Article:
As the Donald Trump Presidency continues to attract protest and recrimination, he could probably do without the claims surrounding one of his closest advisors this week.
It is alleged that Kellyanne Conway threw a series of punches during Mr Trump's inauguration ball.
The claim has been made by Fox correspondent Charlie Gasparino, who said two men in tuxes began brawling at the ball only for Conway to wade in and start throwing "mean punches" at one of them. The allegation is unverified, although Conway has yet to deny it.
The storm surrounding the alleged haymakers just the latest in a series of controversies surrounding Conway, one of Mr Trump's most trusted - and outspoken - confidantes.
A former polling guru who founded her own company in the mid-90s, Conway was originally recruited to manage Ted Cruz's campaign during last year's election, and at one point described Mr Trump's supporters as "downright nasty." Yet after Cruz pulled out of the running in May Conway changed sides and began working for the Donald, who is apparently not one to bear a grudge.
He is also not one to care overmuch about an employee's reputation for controversy, judging by Conway's cordite-tinged history of colourful and divisive statements.
In 2013, long before Mr Trump began his road to the White House, Conway made an incendiary appearance on Public Broadcasting Service (PBS) show To The Contrary, during which she suggested that women wouldn't be raped if they were "physiologically as strong as men".
She also reportedly questioned Hillary Clinton's ability to lead America because of how she'd conducted herself following the revelation of her husband's affair with White House intern Monica Lewinsky.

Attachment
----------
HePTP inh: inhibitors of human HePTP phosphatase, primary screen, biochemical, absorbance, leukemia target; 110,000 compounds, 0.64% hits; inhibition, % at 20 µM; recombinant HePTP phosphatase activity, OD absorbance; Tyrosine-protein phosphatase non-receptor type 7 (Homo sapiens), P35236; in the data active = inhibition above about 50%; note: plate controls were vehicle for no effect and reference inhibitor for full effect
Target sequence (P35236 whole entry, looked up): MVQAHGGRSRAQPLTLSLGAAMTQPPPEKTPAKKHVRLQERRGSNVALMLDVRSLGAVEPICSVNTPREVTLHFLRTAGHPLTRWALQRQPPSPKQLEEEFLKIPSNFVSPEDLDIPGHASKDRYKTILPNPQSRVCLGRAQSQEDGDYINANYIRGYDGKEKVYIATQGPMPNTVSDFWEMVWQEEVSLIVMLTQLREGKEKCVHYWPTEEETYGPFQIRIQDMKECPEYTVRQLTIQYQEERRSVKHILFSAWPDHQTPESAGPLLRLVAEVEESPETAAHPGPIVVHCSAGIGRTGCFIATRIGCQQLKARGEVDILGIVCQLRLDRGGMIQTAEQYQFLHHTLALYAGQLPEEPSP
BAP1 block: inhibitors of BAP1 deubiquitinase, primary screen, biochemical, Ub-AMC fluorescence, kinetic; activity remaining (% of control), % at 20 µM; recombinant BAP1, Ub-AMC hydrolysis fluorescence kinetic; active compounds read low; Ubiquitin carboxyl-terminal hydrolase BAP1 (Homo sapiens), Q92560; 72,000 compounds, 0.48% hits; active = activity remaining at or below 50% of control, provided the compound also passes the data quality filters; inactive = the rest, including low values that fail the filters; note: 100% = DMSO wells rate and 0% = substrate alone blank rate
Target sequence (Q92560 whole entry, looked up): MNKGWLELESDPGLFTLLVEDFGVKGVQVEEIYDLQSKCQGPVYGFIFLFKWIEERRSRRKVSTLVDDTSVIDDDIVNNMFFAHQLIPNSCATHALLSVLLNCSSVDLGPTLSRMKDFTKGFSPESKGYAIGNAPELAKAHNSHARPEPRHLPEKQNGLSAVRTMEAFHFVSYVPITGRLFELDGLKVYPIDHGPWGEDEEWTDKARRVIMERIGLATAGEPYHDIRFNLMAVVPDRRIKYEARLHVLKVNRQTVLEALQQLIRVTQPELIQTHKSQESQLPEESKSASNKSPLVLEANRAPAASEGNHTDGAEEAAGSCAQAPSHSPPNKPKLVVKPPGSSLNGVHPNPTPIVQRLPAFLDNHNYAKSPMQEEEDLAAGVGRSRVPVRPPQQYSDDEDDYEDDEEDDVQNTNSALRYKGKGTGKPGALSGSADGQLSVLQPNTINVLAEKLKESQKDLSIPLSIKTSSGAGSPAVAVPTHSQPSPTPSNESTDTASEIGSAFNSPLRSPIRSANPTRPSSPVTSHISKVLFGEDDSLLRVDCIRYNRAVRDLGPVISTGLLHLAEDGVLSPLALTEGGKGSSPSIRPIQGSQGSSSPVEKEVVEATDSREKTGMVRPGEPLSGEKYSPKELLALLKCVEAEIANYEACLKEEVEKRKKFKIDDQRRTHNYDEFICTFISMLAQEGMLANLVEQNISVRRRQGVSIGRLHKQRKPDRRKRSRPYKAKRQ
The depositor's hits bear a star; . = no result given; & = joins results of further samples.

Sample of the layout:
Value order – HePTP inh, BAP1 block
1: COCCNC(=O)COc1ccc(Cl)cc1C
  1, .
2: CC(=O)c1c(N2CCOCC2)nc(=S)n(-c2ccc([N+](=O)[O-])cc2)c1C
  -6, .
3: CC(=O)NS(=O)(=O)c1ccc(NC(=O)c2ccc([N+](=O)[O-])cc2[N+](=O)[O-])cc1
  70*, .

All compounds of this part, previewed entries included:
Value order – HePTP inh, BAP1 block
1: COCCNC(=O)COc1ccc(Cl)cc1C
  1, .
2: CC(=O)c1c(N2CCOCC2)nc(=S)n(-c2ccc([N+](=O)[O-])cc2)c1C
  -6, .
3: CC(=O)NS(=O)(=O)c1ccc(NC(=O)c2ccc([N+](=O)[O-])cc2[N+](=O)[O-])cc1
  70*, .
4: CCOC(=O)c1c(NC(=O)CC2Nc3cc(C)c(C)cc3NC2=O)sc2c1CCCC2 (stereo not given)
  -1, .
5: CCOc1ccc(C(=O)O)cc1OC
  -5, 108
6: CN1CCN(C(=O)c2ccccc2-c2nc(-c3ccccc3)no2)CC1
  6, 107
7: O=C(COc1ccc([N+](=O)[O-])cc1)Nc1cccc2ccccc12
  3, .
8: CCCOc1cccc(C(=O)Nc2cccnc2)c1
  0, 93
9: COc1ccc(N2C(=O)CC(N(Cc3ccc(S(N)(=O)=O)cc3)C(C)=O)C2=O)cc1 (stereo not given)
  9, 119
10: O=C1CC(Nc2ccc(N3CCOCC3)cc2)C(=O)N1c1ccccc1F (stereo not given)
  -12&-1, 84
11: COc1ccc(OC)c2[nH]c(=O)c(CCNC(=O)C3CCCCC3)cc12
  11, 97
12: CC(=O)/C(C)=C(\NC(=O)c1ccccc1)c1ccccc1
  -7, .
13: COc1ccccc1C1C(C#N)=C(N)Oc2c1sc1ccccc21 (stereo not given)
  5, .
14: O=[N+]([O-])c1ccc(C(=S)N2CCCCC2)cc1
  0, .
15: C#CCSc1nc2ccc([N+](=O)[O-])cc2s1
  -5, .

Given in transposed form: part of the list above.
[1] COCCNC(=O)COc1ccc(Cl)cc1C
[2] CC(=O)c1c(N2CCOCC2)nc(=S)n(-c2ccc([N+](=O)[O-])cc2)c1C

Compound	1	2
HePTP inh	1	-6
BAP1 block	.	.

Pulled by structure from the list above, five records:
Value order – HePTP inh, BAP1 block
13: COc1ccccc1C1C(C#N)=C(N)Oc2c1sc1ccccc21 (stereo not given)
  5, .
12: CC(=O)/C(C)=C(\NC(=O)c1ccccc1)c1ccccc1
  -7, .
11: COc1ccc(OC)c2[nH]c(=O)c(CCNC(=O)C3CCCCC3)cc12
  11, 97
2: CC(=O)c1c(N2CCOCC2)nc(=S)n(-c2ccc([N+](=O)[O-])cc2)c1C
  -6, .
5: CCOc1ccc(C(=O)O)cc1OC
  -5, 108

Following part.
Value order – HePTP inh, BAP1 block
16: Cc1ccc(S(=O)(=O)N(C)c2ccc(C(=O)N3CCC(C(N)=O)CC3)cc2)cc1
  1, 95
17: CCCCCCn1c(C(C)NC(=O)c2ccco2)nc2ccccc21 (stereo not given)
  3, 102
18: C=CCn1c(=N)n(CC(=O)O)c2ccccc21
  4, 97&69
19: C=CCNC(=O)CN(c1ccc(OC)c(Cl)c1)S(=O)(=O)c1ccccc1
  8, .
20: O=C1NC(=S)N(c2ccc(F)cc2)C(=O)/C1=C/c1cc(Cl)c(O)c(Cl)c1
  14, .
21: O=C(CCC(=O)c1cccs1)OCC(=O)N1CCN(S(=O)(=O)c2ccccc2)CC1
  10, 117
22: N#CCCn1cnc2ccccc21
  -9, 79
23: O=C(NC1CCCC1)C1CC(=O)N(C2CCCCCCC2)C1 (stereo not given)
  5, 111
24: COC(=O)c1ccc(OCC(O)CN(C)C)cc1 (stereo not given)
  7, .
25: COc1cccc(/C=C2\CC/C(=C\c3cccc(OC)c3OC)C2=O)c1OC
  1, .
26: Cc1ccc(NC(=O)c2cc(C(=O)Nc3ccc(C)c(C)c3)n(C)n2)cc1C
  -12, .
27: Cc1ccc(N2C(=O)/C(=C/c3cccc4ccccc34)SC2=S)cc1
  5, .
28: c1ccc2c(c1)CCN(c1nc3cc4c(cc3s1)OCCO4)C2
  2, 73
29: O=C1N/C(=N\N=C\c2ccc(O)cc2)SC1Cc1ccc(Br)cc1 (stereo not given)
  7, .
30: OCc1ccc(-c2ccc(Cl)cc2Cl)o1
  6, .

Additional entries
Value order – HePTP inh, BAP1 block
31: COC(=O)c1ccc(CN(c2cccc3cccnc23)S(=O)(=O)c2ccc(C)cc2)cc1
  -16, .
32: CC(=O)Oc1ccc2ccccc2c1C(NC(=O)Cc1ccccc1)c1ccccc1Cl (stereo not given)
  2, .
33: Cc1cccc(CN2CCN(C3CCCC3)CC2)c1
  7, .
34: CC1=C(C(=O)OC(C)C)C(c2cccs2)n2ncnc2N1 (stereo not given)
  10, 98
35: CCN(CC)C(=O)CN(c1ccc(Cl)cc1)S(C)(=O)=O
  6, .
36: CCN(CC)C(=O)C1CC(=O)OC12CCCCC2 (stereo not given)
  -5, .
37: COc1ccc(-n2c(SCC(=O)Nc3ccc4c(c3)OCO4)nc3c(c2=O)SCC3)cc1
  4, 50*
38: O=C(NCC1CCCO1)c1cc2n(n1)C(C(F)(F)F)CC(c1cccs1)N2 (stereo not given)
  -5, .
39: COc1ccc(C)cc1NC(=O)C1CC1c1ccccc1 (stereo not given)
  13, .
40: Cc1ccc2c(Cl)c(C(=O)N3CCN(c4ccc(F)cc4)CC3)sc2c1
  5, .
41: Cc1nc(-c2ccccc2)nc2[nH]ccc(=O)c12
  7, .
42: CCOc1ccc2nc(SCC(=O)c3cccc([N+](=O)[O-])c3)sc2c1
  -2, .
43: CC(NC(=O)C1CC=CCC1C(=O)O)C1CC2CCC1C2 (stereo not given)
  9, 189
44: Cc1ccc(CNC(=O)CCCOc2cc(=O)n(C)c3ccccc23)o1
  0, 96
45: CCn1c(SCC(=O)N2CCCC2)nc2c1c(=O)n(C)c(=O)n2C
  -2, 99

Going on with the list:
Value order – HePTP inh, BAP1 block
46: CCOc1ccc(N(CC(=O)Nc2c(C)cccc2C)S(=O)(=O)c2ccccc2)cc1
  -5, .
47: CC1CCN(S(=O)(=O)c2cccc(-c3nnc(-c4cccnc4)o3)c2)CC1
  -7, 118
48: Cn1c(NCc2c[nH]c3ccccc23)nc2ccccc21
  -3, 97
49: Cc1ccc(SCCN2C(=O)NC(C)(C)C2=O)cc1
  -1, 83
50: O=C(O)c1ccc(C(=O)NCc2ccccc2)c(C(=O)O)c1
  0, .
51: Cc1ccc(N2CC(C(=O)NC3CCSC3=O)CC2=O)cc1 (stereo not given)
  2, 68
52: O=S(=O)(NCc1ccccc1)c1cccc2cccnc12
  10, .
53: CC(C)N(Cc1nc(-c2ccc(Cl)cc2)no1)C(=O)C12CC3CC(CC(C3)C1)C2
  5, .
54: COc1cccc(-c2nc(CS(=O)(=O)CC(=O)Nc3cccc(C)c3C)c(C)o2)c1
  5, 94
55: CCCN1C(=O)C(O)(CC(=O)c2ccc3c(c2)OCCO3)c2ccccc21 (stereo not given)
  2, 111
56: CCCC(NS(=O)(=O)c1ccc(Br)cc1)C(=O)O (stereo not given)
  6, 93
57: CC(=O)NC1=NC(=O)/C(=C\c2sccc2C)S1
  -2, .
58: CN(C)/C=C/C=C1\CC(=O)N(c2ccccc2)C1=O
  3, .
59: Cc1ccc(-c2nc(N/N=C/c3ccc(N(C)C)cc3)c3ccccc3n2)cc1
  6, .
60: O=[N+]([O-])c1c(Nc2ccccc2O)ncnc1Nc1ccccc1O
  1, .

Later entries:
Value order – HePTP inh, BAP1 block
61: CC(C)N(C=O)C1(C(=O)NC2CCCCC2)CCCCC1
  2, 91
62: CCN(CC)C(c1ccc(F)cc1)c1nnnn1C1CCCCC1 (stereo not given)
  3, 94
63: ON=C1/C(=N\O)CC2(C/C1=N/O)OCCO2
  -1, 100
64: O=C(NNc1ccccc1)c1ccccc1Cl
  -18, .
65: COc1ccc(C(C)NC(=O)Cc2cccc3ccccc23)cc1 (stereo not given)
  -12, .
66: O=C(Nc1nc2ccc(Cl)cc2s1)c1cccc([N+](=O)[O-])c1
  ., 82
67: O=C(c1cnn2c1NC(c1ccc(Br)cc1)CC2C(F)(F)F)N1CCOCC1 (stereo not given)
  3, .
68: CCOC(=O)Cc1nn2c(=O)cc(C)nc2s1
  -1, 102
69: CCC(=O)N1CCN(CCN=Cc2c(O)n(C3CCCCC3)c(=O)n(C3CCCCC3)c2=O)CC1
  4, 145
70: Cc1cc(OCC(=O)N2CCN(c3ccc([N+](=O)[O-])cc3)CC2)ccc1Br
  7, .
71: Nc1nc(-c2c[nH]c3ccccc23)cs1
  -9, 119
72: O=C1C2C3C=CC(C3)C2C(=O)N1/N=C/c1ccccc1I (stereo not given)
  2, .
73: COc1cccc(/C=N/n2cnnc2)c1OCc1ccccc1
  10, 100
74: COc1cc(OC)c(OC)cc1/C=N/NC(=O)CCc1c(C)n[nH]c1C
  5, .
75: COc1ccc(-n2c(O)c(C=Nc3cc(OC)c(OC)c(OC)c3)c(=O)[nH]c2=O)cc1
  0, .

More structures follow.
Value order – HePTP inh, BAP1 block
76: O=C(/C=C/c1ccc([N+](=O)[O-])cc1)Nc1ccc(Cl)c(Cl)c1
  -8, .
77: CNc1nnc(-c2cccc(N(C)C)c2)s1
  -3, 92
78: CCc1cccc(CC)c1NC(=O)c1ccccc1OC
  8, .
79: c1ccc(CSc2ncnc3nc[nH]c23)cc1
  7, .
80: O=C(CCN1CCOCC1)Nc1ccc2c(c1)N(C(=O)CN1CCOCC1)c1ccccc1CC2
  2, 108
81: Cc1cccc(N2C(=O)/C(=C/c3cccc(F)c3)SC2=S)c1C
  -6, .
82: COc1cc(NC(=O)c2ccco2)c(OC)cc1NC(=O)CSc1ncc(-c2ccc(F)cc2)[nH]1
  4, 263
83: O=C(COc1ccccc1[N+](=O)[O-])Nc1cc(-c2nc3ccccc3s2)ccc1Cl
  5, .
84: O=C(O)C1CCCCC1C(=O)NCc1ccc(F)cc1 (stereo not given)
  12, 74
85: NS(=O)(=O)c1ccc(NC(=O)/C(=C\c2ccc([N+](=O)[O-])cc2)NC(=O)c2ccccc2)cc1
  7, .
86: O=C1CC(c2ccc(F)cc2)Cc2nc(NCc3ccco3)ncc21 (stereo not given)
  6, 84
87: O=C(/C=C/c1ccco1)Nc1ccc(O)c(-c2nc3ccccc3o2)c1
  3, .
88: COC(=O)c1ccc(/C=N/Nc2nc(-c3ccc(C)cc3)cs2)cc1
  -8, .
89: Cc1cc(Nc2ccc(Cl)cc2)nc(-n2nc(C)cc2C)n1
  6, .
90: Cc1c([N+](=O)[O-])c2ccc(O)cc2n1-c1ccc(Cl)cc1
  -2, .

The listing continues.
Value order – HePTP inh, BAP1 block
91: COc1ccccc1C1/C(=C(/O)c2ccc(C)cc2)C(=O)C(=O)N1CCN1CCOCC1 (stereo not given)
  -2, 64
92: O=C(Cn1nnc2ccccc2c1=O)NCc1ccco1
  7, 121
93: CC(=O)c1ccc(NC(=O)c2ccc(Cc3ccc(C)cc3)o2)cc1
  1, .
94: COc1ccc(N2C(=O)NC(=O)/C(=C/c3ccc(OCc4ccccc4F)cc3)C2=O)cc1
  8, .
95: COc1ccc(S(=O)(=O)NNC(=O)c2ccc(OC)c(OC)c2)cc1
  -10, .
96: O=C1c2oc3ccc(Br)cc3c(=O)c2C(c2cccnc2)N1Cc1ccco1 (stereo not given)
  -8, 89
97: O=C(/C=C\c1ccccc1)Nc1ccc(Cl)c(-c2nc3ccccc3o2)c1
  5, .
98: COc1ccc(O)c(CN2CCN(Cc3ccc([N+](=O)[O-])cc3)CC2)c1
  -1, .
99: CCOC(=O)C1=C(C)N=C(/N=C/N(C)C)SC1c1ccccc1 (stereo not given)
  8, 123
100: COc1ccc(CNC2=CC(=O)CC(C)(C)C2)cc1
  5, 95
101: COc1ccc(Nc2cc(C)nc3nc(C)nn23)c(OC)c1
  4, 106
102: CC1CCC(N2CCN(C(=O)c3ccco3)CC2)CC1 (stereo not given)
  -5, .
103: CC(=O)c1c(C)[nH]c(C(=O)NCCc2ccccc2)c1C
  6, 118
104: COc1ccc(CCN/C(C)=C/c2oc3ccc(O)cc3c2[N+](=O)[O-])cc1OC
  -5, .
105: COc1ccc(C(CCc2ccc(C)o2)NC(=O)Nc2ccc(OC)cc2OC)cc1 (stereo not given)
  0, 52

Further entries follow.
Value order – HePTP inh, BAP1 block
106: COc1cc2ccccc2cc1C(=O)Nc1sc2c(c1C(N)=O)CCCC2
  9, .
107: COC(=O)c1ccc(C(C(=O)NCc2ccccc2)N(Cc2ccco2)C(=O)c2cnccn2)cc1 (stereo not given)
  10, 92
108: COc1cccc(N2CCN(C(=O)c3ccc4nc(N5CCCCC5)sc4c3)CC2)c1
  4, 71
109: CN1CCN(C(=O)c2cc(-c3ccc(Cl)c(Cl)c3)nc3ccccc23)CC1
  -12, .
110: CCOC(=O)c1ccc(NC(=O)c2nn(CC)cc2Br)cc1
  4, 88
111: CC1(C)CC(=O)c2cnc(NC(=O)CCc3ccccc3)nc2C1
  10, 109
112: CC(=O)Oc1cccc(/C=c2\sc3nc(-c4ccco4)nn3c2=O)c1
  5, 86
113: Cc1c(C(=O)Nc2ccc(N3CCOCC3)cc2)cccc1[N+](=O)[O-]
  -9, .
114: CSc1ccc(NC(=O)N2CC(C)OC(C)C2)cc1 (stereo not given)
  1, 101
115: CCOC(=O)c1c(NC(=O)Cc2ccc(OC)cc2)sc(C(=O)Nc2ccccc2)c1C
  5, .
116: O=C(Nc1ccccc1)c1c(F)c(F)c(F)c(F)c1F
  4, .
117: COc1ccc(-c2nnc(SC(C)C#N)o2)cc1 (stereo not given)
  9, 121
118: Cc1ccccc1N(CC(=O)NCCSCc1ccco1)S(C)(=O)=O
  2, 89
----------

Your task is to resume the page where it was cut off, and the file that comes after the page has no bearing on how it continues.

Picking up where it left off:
Conway is quoted by Fox News as saying: ”The fact is that Hillary Clinton couldn't stand up to a cheating husband. How in the world would she stand up to North Korea and our other enemies around the globe?”
Given that Conway's husband George served on the legal team representing Paula Jones when she brought her sexual harrassment case against Hillary's husband Bill, it's easy to wonder why such an accomplished political strategist decided to take such a fierce dig the former First Lady.
It appears that, on certain issues, Conway is just as conservative as her boss in the White House - and proud of it. Back in 2005, she complained bitterly about an episode of the PBS show Postcards from Buster, which featured a lesbian couple. Conway said homosexuality is a "corrupting" influence, adding that children didn't want to look at cartoons "with a bunch of lesbian mothers" in them.
She is also quoted as saying that political correctness could lead to "two planes crashing in the sky", and has been a fierce critic of feminism, suggesting women should make an effort to dress in a traditionally feminine way, rather than fighting traditional gender boundaries. She once even claimed to be fighting against the "liberal orthodoxy that has every woman constantly thinking about abortion, contraception, being a victim of the patriarchy."
One thing Conway cannot be accused of is being a victim. Her abrasive style has made her perhaps the most powerful woman in America, the lynchpin of Team Trump. It's easy to imagine US Republicans drawing comparison with Margaret Thatcher, so beloved of American conservatives because of her close affiliation with Ronald Reagan during the 1980s.
Yet, with all the noise and innuendo surrounding Mr Trump, it might be advisable for his own iron lady to soften up a little.